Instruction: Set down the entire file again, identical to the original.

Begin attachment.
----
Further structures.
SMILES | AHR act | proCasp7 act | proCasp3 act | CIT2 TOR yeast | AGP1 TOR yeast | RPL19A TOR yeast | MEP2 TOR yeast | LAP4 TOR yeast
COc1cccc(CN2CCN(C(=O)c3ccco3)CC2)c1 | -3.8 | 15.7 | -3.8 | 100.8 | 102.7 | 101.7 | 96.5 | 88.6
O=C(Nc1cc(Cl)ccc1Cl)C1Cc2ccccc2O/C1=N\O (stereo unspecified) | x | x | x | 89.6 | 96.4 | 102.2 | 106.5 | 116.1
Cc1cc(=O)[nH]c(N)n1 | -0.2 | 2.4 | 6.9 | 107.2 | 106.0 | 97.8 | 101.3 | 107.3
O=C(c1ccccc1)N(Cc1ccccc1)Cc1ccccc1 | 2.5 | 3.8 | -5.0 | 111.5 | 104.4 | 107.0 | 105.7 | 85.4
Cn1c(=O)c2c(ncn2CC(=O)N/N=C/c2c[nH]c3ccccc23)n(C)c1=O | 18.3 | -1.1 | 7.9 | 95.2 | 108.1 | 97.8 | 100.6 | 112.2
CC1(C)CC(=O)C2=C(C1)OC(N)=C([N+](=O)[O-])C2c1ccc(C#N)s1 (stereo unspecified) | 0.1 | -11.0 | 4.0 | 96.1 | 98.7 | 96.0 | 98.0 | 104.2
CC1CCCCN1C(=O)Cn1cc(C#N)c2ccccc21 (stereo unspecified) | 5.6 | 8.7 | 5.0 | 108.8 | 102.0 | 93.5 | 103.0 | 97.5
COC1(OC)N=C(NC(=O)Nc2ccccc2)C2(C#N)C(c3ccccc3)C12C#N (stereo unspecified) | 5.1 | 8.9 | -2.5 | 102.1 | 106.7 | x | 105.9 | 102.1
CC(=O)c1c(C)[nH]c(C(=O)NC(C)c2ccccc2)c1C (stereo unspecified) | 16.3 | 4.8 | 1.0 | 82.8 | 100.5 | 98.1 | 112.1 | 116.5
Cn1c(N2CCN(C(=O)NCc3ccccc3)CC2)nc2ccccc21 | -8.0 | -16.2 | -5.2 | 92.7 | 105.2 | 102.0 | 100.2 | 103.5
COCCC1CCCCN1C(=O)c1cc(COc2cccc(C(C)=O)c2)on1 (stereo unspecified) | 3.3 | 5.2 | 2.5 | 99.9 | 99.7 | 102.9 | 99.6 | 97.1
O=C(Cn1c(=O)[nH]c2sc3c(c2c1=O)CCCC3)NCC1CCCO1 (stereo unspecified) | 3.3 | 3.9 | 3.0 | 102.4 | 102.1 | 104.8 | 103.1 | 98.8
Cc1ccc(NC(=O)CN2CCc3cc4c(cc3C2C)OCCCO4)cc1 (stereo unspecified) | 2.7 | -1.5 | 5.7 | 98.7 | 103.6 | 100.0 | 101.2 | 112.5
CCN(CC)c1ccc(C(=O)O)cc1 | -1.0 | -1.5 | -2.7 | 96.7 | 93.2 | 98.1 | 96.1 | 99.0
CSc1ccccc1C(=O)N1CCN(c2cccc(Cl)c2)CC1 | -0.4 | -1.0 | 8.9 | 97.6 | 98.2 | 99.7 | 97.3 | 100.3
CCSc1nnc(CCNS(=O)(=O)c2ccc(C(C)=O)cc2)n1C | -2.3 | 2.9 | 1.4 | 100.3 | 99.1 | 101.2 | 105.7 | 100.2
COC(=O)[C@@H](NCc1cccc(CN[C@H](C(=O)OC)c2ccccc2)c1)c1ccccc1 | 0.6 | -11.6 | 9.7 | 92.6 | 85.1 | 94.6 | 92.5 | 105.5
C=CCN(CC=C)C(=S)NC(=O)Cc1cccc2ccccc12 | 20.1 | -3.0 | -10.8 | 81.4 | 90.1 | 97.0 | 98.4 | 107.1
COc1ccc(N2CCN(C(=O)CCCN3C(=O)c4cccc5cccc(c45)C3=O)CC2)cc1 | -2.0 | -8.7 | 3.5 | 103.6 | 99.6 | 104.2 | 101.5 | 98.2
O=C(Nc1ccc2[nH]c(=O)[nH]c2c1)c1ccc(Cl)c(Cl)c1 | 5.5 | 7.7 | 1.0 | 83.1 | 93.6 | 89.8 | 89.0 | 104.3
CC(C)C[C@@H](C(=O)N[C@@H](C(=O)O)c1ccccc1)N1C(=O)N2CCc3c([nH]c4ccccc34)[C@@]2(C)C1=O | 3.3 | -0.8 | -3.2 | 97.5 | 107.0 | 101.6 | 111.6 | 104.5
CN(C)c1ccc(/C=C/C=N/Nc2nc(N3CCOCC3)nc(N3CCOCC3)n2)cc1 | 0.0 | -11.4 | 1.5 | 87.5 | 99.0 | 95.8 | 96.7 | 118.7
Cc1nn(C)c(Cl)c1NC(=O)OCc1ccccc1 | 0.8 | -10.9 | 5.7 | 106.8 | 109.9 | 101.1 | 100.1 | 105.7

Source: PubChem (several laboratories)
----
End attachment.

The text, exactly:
Further structures.
SMILES | AHR act | proCasp7 act | proCasp3 act | CIT2 TOR yeast | AGP1 TOR yeast | RPL19A TOR yeast | MEP2 TOR yeast | LAP4 TOR yeast
COc1cccc(CN2CCN(C(=O)c3ccco3)CC2)c1 | -3.8 | 15.7 | -3.8 | 100.8 | 102.7 | 101.7 | 96.5 | 88.6
O=C(Nc1cc(Cl)ccc1Cl)C1Cc2ccccc2O/C1=N\O (stereo unspecified) | x | x | x | 89.6 | 96.4 | 102.2 | 106.5 | 116.1
Cc1cc(=O)[nH]c(N)n1 | -0.2 | 2.4 | 6.9 | 107.2 | 106.0 | 97.8 | 101.3 | 107.3
O=C(c1ccccc1)N(Cc1ccccc1)Cc1ccccc1 | 2.5 | 3.8 | -5.0 | 111.5 | 104.4 | 107.0 | 105.7 | 85.4
Cn1c(=O)c2c(ncn2CC(=O)N/N=C/c2c[nH]c3ccccc23)n(C)c1=O | 18.3 | -1.1 | 7.9 | 95.2 | 108.1 | 97.8 | 100.6 | 112.2
CC1(C)CC(=O)C2=C(C1)OC(N)=C([N+](=O)[O-])C2c1ccc(C#N)s1 (stereo unspecified) | 0.1 | -11.0 | 4.0 | 96.1 | 98.7 | 96.0 | 98.0 | 104.2
CC1CCCCN1C(=O)Cn1cc(C#N)c2ccccc21 (stereo unspecified) | 5.6 | 8.7 | 5.0 | 108.8 | 102.0 | 93.5 | 103.0 | 97.5
COC1(OC)N=C(NC(=O)Nc2ccccc2)C2(C#N)C(c3ccccc3)C12C#N (stereo unspecified) | 5.1 | 8.9 | -2.5 | 102.1 | 106.7 | x | 105.9 | 102.1
CC(=O)c1c(C)[nH]c(C(=O)NC(C)c2ccccc2)c1C (stereo unspecified) | 16.3 | 4.8 | 1.0 | 82.8 | 100.5 | 98.1 | 112.1 | 116.5
Cn1c(N2CCN(C(=O)NCc3ccccc3)CC2)nc2ccccc21 | -8.0 | -16.2 | -5.2 | 92.7 | 105.2 | 102.0 | 100.2 | 103.5
COCCC1CCCCN1C(=O)c1cc(COc2cccc(C(C)=O)c2)on1 (stereo unspecified) | 3.3 | 5.2 | 2.5 | 99.9 | 99.7 | 102.9 | 99.6 | 97.1
O=C(Cn1c(=O)[nH]c2sc3c(c2c1=O)CCCC3)NCC1CCCO1 (stereo unspecified) | 3.3 | 3.9 | 3.0 | 102.4 | 102.1 | 104.8 | 103.1 | 98.8
Cc1ccc(NC(=O)CN2CCc3cc4c(cc3C2C)OCCCO4)cc1 (stereo unspecified) | 2.7 | -1.5 | 5.7 | 98.7 | 103.6 | 100.0 | 101.2 | 112.5
CCN(CC)c1ccc(C(=O)O)cc1 | -1.0 | -1.5 | -2.7 | 96.7 | 93.2 | 98.1 | 96.1 | 99.0
CSc1ccccc1C(=O)N1CCN(c2cccc(Cl)c2)CC1 | -0.4 | -1.0 | 8.9 | 97.6 | 98.2 | 99.7 | 97.3 | 100.3
CCSc1nnc(CCNS(=O)(=O)c2ccc(C(C)=O)cc2)n1C | -2.3 | 2.9 | 1.4 | 100.3 | 99.1 | 101.2 | 105.7 | 100.2
COC(=O)[C@@H](NCc1cccc(CN[C@H](C(=O)OC)c2ccccc2)c1)c1ccccc1 | 0.6 | -11.6 | 9.7 | 92.6 | 85.1 | 94.6 | 92.5 | 105.5
C=CCN(CC=C)C(=S)NC(=O)Cc1cccc2ccccc12 | 20.1 | -3.0 | -10.8 | 81.4 | 90.1 | 97.0 | 98.4 | 107.1
COc1ccc(N2CCN(C(=O)CCCN3C(=O)c4cccc5cccc(c45)C3=O)CC2)cc1 | -2.0 | -8.7 | 3.5 | 103.6 | 99.6 | 104.2 | 101.5 | 98.2
O=C(Nc1ccc2[nH]c(=O)[nH]c2c1)c1ccc(Cl)c(Cl)c1 | 5.5 | 7.7 | 1.0 | 83.1 | 93.6 | 89.8 | 89.0 | 104.3
CC(C)C[C@@H](C(=O)N[C@@H](C(=O)O)c1ccccc1)N1C(=O)N2CCc3c([nH]c4ccccc34)[C@@]2(C)C1=O | 3.3 | -0.8 | -3.2 | 97.5 | 107.0 | 101.6 | 111.6 | 104.5
CN(C)c1ccc(/C=C/C=N/Nc2nc(N3CCOCC3)nc(N3CCOCC3)n2)cc1 | 0.0 | -11.4 | 1.5 | 87.5 | 99.0 | 95.8 | 96.7 | 118.7
Cc1nn(C)c(Cl)c1NC(=O)OCc1ccccc1 | 0.8 | -10.9 | 5.7 | 106.8 | 109.9 | 101.1 | 100.1 | 105.7

Source: PubChem (several laboratories)